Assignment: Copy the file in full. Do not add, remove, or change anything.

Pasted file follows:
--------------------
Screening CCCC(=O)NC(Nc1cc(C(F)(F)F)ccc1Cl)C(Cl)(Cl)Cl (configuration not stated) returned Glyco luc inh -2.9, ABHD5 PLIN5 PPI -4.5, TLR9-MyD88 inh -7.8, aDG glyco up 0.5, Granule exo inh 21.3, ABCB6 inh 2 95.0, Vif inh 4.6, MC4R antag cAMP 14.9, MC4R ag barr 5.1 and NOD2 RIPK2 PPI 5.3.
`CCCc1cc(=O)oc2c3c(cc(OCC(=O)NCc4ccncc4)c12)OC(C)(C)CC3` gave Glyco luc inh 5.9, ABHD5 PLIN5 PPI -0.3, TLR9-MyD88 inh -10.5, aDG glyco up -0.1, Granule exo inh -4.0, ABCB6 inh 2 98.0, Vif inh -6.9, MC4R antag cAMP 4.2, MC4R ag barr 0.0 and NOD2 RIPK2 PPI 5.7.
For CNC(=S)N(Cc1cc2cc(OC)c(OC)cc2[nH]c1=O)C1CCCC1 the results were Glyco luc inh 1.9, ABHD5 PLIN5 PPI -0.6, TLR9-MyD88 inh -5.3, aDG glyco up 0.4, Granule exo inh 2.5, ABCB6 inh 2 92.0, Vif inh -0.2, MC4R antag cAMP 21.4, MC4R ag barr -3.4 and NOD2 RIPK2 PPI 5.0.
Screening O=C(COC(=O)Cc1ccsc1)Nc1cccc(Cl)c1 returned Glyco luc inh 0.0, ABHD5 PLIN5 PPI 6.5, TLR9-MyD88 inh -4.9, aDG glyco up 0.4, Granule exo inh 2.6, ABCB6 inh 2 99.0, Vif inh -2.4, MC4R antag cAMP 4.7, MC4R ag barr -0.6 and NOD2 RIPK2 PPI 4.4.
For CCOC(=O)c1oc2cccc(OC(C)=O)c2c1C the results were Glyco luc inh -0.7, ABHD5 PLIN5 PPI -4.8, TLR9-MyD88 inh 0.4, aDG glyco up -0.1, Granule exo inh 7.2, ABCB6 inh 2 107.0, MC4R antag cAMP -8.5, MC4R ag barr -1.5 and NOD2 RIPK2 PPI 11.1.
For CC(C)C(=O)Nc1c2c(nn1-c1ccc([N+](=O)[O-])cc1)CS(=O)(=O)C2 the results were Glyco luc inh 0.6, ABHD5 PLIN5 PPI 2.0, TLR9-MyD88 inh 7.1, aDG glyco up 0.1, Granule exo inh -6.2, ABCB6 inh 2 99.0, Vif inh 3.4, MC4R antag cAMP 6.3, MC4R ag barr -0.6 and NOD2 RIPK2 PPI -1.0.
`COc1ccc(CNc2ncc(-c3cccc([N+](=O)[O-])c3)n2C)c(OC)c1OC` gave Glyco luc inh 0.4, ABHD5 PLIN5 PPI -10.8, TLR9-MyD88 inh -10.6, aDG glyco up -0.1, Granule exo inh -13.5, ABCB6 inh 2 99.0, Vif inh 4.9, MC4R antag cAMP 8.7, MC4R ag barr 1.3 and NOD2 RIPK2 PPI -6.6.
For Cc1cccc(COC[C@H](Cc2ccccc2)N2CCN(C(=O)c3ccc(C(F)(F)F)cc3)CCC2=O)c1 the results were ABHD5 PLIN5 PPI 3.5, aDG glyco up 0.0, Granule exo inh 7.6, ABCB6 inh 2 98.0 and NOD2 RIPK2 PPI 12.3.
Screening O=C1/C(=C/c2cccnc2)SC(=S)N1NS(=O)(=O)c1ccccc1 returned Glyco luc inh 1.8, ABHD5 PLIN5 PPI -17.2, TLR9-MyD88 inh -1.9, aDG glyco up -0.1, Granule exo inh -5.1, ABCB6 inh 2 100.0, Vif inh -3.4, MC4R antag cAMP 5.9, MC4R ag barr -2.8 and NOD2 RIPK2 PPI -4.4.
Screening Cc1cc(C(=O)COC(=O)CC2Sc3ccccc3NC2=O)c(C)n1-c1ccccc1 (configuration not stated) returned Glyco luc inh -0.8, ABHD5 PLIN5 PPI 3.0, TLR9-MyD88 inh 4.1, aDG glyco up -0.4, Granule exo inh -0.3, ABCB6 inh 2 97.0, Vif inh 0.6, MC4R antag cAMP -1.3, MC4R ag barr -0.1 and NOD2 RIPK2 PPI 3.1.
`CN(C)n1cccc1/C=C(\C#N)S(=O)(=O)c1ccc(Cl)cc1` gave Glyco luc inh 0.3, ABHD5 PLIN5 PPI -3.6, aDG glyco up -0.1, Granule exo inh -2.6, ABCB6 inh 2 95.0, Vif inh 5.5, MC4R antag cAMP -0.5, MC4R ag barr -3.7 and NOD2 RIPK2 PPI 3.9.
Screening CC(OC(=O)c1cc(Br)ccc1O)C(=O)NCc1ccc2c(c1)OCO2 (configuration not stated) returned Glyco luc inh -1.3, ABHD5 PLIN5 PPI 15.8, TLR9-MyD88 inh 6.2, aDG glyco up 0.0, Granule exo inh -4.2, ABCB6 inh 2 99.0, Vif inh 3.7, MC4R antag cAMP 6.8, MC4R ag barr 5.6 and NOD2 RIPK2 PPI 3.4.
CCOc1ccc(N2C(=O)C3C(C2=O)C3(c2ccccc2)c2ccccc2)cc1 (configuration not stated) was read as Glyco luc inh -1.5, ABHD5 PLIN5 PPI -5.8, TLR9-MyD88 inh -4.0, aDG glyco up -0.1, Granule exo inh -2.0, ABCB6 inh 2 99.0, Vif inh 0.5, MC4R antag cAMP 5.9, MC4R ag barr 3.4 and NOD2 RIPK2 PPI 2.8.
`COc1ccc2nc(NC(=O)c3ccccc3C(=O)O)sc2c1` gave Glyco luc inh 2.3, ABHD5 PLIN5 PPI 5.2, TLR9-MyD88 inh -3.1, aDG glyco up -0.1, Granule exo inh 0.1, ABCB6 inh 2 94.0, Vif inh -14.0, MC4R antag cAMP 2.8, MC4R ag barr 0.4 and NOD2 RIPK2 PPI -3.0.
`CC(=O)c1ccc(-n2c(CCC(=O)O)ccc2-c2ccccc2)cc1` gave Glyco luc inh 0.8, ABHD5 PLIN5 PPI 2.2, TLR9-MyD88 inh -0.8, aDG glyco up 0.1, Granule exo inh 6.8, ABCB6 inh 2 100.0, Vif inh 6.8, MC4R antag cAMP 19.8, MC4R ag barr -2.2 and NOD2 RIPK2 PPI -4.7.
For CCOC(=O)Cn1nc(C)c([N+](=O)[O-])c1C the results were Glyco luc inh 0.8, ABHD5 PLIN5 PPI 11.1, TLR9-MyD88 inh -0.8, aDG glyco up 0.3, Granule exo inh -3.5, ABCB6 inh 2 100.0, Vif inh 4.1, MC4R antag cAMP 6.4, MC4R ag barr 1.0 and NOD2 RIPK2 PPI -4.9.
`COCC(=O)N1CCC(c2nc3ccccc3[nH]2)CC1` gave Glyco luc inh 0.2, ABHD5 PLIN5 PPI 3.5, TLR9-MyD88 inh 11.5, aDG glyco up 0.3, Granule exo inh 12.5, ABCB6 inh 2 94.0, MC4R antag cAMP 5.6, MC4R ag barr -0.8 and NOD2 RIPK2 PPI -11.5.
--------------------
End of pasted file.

Screening CCCC(=O)NC(Nc1cc(C(F)(F)F)ccc1Cl)C(Cl)(Cl)Cl (configuration not stated) returned Glyco luc inh -2.9, ABHD5 PLIN5 PPI -4.5, TLR9-MyD88 inh -7.8, aDG glyco up 0.5, Granule exo inh 21.3, ABCB6 inh 2 95.0, Vif inh 4.6, MC4R antag cAMP 14.9, MC4R ag barr 5.1 and NOD2 RIPK2 PPI 5.3.
`CCCc1cc(=O)oc2c3c(cc(OCC(=O)NCc4ccncc4)c12)OC(C)(C)CC3` gave Glyco luc inh 5.9, ABHD5 PLIN5 PPI -0.3, TLR9-MyD88 inh -10.5, aDG glyco up -0.1, Granule exo inh -4.0, ABCB6 inh 2 98.0, Vif inh -6.9, MC4R antag cAMP 4.2, MC4R ag barr 0.0 and NOD2 RIPK2 PPI 5.7.
For CNC(=S)N(Cc1cc2cc(OC)c(OC)cc2[nH]c1=O)C1CCCC1 the results were Glyco luc inh 1.9, ABHD5 PLIN5 PPI -0.6, TLR9-MyD88 inh -5.3, aDG glyco up 0.4, Granule exo inh 2.5, ABCB6 inh 2 92.0, Vif inh -0.2, MC4R antag cAMP 21.4, MC4R ag barr -3.4 and NOD2 RIPK2 PPI 5.0.
Screening O=C(COC(=O)Cc1ccsc1)Nc1cccc(Cl)c1 returned Glyco luc inh 0.0, ABHD5 PLIN5 PPI 6.5, TLR9-MyD88 inh -4.9, aDG glyco up 0.4, Granule exo inh 2.6, ABCB6 inh 2 99.0, Vif inh -2.4, MC4R antag cAMP 4.7, MC4R ag barr -0.6 and NOD2 RIPK2 PPI 4.4.
For CCOC(=O)c1oc2cccc(OC(C)=O)c2c1C the results were Glyco luc inh -0.7, ABHD5 PLIN5 PPI -4.8, TLR9-MyD88 inh 0.4, aDG glyco up -0.1, Granule exo inh 7.2, ABCB6 inh 2 107.0, MC4R antag cAMP -8.5, MC4R ag barr -1.5 and NOD2 RIPK2 PPI 11.1.
For CC(C)C(=O)Nc1c2c(nn1-c1ccc([N+](=O)[O-])cc1)CS(=O)(=O)C2 the results were Glyco luc inh 0.6, ABHD5 PLIN5 PPI 2.0, TLR9-MyD88 inh 7.1, aDG glyco up 0.1, Granule exo inh -6.2, ABCB6 inh 2 99.0, Vif inh 3.4, MC4R antag cAMP 6.3, MC4R ag barr -0.6 and NOD2 RIPK2 PPI -1.0.
`COc1ccc(CNc2ncc(-c3cccc([N+](=O)[O-])c3)n2C)c(OC)c1OC` gave Glyco luc inh 0.4, ABHD5 PLIN5 PPI -10.8, TLR9-MyD88 inh -10.6, aDG glyco up -0.1, Granule exo inh -13.5, ABCB6 inh 2 99.0, Vif inh 4.9, MC4R antag cAMP 8.7, MC4R ag barr 1.3 and NOD2 RIPK2 PPI -6.6.
For Cc1cccc(COC[C@H](Cc2ccccc2)N2CCN(C(=O)c3ccc(C(F)(F)F)cc3)CCC2=O)c1 the results were ABHD5 PLIN5 PPI 3.5, aDG glyco up 0.0, Granule exo inh 7.6, ABCB6 inh 2 98.0 and NOD2 RIPK2 PPI 12.3.
Screening O=C1/C(=C/c2cccnc2)SC(=S)N1NS(=O)(=O)c1ccccc1 returned Glyco luc inh 1.8, ABHD5 PLIN5 PPI -17.2, TLR9-MyD88 inh -1.9, aDG glyco up -0.1, Granule exo inh -5.1, ABCB6 inh 2 100.0, Vif inh -3.4, MC4R antag cAMP 5.9, MC4R ag barr -2.8 and NOD2 RIPK2 PPI -4.4.
Screening Cc1cc(C(=O)COC(=O)CC2Sc3ccccc3NC2=O)c(C)n1-c1ccccc1 (configuration not stated) returned Glyco luc inh -0.8, ABHD5 PLIN5 PPI 3.0, TLR9-MyD88 inh 4.1, aDG glyco up -0.4, Granule exo inh -0.3, ABCB6 inh 2 97.0, Vif inh 0.6, MC4R antag cAMP -1.3, MC4R ag barr -0.1 and NOD2 RIPK2 PPI 3.1.
`CN(C)n1cccc1/C=C(\C#N)S(=O)(=O)c1ccc(Cl)cc1` gave Glyco luc inh 0.3, ABHD5 PLIN5 PPI -3.6, aDG glyco up -0.1, Granule exo inh -2.6, ABCB6 inh 2 95.0, Vif inh 5.5, MC4R antag cAMP -0.5, MC4R ag barr -3.7 and NOD2 RIPK2 PPI 3.9.
Screening CC(OC(=O)c1cc(Br)ccc1O)C(=O)NCc1ccc2c(c1)OCO2 (configuration not stated) returned Glyco luc inh -1.3, ABHD5 PLIN5 PPI 15.8, TLR9-MyD88 inh 6.2, aDG glyco up 0.0, Granule exo inh -4.2, ABCB6 inh 2 99.0, Vif inh 3.7, MC4R antag cAMP 6.8, MC4R ag barr 5.6 and NOD2 RIPK2 PPI 3.4.
CCOc1ccc(N2C(=O)C3C(C2=O)C3(c2ccccc2)c2ccccc2)cc1 (configuration not stated) was read as Glyco luc inh -1.5, ABHD5 PLIN5 PPI -5.8, TLR9-MyD88 inh -4.0, aDG glyco up -0.1, Granule exo inh -2.0, ABCB6 inh 2 99.0, Vif inh 0.5, MC4R antag cAMP 5.9, MC4R ag barr 3.4 and NOD2 RIPK2 PPI 2.8.
`COc1ccc2nc(NC(=O)c3ccccc3C(=O)O)sc2c1` gave Glyco luc inh 2.3, ABHD5 PLIN5 PPI 5.2, TLR9-MyD88 inh -3.1, aDG glyco up -0.1, Granule exo inh 0.1, ABCB6 inh 2 94.0, Vif inh -14.0, MC4R antag cAMP 2.8, MC4R ag barr 0.4 and NOD2 RIPK2 PPI -3.0.
`CC(=O)c1ccc(-n2c(CCC(=O)O)ccc2-c2ccccc2)cc1` gave Glyco luc inh 0.8, ABHD5 PLIN5 PPI 2.2, TLR9-MyD88 inh -0.8, aDG glyco up 0.1, Granule exo inh 6.8, ABCB6 inh 2 100.0, Vif inh 6.8, MC4R antag cAMP 19.8, MC4R ag barr -2.2 and NOD2 RIPK2 PPI -4.7.
For CCOC(=O)Cn1nc(C)c([N+](=O)[O-])c1C the results were Glyco luc inh 0.8, ABHD5 PLIN5 PPI 11.1, TLR9-MyD88 inh -0.8, aDG glyco up 0.3, Granule exo inh -3.5, ABCB6 inh 2 100.0, Vif inh 4.1, MC4R antag cAMP 6.4, MC4R ag barr 1.0 and NOD2 RIPK2 PPI -4.9.
`COCC(=O)N1CCC(c2nc3ccccc3[nH]2)CC1` gave Glyco luc inh 0.2, ABHD5 PLIN5 PPI 3.5, TLR9-MyD88 inh 11.5, aDG glyco up 0.3, Granule exo inh 12.5, ABCB6 inh 2 94.0, MC4R antag cAMP 5.6, MC4R ag barr -0.8 and NOD2 RIPK2 PPI -11.5.